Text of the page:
Obstacles are part of life. If you haven’t encountered a roadblock or two in your life, I’d encourage you to stop reading this post and check your pulse, because facing challenges is something we all have in common. In our professional lives and our personal lives, we have all had to develop strategies to overcome mountains in our path. These obstacles shape us and push us to become better than we were before.

In our previous articles From Concept to Construction: Part 1 Unique Renovations and Part 2: Renovation Evaluation, we discussed the process of starting hotel renovation effectively and then walking through the finished spaces to evaluate the work on behalf of the client’s success. There’s one final step that JAI takes that many other design firms may not consider. At the end of each project, we have an invaluable opportunity to look at our experience and perform our own personal renovation.

Every interior designer at JAI would tell you, we face the most unusual challenges in our profession. The hospitality industry is full of surprises and unexpected hurdles. As a team, we have learned to thrive on the unexpected and embrace the difficult moments. It’s the only way that we will distinguish ourselves and the entire JAI team as industry leaders.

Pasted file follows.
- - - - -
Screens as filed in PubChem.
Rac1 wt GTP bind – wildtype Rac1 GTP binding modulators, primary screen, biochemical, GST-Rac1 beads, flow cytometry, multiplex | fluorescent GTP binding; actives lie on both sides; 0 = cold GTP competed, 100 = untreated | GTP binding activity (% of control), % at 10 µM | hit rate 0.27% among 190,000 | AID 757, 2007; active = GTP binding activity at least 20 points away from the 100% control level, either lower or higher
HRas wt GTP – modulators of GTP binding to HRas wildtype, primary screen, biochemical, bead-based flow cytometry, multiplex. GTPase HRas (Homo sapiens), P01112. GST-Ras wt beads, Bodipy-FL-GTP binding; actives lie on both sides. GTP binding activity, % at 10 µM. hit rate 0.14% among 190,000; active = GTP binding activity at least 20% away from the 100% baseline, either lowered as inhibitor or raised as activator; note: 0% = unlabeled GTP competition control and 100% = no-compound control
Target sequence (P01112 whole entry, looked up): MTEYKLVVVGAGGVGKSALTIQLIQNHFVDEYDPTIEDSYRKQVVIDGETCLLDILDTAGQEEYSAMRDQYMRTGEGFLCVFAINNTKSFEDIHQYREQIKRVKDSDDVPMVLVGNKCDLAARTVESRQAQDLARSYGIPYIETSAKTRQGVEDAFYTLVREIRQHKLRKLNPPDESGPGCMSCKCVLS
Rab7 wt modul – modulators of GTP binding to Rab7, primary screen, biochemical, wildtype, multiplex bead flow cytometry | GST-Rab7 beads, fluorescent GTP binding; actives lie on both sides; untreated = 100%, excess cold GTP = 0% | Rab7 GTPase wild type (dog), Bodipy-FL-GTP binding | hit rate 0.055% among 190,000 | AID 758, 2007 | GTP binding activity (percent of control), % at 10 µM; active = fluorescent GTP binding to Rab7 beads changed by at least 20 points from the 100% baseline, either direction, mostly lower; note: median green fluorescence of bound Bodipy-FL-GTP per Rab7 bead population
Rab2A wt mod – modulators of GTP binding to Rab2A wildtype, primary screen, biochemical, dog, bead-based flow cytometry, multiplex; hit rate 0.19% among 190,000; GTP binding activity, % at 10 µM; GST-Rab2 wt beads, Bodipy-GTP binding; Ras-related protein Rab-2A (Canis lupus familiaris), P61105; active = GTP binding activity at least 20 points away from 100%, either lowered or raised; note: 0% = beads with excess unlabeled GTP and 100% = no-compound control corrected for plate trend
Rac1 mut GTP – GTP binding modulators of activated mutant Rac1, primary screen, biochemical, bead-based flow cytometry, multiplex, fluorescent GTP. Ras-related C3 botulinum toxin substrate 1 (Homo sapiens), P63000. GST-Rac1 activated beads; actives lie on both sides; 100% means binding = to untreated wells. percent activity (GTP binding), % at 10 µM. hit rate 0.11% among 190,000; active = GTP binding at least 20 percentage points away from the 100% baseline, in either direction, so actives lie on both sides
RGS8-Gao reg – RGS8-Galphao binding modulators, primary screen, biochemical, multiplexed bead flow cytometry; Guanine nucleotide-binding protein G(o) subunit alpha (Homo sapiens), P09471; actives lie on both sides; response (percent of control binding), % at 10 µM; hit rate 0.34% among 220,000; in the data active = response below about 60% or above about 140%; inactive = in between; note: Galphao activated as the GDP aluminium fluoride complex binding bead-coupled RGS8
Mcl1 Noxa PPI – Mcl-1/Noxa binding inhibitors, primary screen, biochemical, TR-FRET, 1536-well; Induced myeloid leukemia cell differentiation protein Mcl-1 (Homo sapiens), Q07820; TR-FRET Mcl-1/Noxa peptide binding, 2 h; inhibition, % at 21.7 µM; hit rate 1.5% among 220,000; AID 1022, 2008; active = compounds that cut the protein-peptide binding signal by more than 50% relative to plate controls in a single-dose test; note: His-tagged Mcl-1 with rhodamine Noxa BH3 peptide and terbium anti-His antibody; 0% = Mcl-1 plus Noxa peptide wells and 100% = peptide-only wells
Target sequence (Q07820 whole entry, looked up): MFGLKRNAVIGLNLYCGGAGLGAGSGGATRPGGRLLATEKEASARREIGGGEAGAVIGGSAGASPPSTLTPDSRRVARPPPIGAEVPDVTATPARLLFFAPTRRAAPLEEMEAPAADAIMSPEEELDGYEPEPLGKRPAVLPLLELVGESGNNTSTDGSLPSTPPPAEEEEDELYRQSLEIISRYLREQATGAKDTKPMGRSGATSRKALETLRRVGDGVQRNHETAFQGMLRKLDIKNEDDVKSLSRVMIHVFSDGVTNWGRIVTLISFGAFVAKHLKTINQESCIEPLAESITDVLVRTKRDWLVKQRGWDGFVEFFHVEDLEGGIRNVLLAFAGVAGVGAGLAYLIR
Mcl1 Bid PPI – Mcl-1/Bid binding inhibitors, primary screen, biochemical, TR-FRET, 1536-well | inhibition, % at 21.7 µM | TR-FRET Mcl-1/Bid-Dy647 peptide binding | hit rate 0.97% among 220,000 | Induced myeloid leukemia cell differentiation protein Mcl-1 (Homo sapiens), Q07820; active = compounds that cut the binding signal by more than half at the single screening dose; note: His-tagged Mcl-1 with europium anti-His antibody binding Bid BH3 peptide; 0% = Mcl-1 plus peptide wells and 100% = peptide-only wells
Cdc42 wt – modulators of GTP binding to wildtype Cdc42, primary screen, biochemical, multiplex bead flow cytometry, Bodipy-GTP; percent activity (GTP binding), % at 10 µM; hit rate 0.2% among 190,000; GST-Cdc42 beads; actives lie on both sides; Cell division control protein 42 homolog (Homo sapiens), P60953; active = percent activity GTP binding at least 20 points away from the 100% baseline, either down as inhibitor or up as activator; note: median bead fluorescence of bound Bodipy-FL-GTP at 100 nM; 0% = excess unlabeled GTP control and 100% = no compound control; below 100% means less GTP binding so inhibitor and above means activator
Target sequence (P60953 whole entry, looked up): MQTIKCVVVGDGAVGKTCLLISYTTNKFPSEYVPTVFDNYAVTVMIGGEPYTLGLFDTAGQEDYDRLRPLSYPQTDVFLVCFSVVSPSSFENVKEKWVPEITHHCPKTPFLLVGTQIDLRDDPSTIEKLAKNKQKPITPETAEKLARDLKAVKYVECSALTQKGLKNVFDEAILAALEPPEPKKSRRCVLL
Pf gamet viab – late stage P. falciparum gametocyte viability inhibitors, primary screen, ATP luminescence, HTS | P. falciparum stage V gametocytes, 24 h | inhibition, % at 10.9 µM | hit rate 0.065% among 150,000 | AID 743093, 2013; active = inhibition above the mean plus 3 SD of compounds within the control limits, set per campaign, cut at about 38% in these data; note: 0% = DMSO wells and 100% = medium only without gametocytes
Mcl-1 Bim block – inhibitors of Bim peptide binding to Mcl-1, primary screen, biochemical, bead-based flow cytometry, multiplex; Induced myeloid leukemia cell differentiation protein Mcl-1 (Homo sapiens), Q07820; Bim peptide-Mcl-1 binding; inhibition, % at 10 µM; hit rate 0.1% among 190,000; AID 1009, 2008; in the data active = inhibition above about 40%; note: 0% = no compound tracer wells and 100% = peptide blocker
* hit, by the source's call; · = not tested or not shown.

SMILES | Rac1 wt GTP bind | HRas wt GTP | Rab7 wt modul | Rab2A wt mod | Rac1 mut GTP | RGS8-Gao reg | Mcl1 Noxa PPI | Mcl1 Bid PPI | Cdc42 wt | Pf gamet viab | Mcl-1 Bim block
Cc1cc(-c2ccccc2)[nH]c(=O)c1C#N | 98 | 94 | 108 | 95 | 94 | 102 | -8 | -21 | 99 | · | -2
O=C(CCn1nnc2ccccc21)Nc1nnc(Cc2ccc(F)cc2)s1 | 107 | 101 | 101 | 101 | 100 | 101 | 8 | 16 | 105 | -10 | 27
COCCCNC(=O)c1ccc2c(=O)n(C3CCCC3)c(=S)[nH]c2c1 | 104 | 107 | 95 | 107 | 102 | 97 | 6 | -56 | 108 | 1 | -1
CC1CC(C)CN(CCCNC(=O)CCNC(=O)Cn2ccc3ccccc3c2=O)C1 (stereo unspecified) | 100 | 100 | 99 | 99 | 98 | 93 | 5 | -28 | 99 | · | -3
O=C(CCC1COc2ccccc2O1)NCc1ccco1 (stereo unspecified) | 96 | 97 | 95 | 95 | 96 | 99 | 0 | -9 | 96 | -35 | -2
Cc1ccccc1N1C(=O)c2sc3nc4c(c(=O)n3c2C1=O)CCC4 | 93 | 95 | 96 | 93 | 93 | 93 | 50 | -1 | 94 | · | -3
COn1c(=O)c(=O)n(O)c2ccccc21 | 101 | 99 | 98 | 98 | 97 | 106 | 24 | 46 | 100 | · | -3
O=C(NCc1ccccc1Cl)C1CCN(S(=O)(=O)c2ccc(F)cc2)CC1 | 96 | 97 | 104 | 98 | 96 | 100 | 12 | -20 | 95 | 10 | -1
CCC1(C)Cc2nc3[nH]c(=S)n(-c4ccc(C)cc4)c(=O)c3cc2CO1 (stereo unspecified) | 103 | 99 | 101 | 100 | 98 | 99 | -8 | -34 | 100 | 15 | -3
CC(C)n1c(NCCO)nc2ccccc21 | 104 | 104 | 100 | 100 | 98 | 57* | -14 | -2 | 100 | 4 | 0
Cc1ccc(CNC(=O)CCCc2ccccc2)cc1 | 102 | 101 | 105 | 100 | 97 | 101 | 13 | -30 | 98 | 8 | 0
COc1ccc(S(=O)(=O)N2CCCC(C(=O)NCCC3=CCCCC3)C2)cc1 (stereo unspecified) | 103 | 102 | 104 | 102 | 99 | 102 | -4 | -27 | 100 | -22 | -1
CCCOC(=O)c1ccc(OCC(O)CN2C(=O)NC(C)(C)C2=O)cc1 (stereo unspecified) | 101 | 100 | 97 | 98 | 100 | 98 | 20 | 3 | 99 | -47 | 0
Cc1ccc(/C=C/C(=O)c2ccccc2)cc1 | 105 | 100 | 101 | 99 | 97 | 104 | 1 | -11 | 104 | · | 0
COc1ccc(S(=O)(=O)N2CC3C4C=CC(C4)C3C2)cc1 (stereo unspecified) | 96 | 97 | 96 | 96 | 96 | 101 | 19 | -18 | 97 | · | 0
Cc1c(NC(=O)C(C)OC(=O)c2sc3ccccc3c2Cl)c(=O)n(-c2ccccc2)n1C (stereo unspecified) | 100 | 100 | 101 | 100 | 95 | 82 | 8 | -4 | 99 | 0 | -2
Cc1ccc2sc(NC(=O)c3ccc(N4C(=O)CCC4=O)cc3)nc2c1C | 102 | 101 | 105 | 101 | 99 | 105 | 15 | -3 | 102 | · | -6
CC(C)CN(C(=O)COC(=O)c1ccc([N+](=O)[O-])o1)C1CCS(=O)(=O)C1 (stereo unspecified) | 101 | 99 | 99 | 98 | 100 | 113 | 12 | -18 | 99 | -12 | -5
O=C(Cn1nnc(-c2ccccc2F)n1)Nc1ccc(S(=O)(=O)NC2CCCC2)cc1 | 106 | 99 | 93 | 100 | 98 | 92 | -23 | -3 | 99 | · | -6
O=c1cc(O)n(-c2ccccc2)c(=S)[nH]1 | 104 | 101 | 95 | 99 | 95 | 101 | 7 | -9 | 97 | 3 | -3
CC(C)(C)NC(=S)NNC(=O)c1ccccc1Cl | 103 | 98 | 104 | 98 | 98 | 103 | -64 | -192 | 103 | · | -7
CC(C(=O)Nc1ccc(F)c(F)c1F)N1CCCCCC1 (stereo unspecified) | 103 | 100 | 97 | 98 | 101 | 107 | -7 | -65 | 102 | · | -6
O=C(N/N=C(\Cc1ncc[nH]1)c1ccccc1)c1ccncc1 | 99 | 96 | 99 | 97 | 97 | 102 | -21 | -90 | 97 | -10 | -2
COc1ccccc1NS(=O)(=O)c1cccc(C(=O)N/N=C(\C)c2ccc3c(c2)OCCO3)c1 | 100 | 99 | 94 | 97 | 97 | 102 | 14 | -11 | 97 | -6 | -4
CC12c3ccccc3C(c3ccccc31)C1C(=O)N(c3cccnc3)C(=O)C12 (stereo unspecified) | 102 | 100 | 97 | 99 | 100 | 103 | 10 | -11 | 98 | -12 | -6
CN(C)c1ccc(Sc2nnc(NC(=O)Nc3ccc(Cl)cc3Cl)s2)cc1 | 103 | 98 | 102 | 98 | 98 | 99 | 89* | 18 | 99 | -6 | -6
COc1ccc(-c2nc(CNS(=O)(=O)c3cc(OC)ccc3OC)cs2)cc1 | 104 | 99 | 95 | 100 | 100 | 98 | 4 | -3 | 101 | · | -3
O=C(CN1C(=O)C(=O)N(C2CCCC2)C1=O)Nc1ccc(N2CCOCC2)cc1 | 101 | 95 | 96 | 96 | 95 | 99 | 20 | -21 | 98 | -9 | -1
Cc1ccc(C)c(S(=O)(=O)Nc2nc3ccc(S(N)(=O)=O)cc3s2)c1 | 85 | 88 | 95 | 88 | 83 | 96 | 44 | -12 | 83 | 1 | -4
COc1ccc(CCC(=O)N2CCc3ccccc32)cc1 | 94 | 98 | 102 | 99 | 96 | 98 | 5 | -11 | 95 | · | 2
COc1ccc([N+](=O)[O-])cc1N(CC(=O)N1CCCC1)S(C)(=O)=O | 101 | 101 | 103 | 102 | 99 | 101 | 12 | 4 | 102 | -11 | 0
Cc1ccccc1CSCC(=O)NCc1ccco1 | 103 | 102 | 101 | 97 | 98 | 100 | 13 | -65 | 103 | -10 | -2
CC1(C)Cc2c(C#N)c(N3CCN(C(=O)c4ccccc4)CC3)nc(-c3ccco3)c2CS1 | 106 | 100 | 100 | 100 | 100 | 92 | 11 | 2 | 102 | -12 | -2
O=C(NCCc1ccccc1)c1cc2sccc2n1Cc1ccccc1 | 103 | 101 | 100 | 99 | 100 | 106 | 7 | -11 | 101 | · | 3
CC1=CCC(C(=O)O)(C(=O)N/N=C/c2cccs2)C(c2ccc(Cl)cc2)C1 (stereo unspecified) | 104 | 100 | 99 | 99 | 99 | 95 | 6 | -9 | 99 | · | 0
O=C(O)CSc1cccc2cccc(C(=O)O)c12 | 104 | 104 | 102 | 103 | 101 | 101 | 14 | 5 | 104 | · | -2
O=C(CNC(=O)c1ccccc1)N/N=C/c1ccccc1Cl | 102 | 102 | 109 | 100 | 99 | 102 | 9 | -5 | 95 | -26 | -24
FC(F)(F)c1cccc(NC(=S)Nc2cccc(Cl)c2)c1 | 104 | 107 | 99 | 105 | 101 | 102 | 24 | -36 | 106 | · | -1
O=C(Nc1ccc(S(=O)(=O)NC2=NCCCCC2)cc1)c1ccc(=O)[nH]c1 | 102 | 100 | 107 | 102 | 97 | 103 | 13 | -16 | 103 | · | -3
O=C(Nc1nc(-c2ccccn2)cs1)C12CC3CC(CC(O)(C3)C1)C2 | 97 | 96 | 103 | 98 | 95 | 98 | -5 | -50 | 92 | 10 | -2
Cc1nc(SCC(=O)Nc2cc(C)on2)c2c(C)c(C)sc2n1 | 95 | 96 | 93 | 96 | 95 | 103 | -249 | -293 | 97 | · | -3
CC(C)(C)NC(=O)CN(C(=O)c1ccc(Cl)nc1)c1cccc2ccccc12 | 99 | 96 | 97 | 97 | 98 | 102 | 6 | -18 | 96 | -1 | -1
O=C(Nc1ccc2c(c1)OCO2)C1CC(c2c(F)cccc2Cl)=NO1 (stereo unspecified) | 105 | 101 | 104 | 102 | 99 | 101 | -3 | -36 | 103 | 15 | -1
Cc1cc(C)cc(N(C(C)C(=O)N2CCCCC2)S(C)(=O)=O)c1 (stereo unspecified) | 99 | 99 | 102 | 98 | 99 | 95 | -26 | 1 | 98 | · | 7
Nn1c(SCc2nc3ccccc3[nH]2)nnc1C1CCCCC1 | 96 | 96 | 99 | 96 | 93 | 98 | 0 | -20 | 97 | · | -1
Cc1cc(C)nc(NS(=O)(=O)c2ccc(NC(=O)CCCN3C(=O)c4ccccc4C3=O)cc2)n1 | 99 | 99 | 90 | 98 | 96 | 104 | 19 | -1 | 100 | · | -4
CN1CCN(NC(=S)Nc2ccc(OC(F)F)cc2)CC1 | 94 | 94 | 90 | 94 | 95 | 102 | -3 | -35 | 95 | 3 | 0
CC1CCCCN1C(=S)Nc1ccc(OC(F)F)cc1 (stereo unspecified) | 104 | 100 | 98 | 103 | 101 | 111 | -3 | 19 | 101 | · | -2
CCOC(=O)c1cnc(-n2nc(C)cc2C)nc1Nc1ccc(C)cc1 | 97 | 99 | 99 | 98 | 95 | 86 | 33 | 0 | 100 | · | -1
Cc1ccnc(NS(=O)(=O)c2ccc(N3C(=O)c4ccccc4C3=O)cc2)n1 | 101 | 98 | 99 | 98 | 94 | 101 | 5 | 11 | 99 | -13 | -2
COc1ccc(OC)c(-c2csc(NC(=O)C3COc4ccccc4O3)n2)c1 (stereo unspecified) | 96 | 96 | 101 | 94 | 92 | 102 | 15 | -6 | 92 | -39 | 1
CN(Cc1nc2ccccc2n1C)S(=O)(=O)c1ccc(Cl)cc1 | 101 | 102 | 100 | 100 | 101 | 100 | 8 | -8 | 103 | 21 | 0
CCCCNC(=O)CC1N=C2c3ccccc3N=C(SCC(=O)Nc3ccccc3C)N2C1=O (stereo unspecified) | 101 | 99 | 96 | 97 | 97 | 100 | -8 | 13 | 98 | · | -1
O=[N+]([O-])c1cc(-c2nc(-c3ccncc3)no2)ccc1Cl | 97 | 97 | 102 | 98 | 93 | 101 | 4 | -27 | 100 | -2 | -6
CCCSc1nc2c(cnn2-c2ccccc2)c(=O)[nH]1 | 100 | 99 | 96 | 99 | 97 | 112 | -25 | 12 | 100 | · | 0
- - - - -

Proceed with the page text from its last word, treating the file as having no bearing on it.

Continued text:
As crucial as it is to perform our final walkthrough and take evaluation notes on a project, it is just as vital to complete a personal assessment of our own work. Such a review would include questions like:

Did I ultimately anticipate, execute, deliver and properly analyze the client’s goals?

What could I have done differently to uncover and/or prevent any unforeseen issues on this project?

Am I happy with the execution of finished goods from my vendors? If so, what steps can I repeat to assure the same results in the future? If not, how could I improve communication and results?

How well did my color selections and fabrics communicate the mood of each space? If I could go back and change something, what would it be and why?

What are my overall thoughts on the art selections I made?

Were there sparse areas that I could have designed better?

Should I have used more or different accessories? If so, how could I improve my choices in the future?

What are the greatest successes of this project?

What are the biggest misses for this project? How could I improve these things moving forward?

Today, the design industry is changing quickly. The JAI team strives to keep our talent-level high, our workplace diverse, and our business practices fresh. Through personal assessment, we demonstrate a commitment to growing strong design leaders and separating ourselves from our competition. After reviewing the strengths and weaknesses we brought to each project, we are better positioned to craft an improvement plan that will help move our clients toward even greater success.

“Rather than shrinking away from your problems, grow bigger than them.” –Zig Ziglar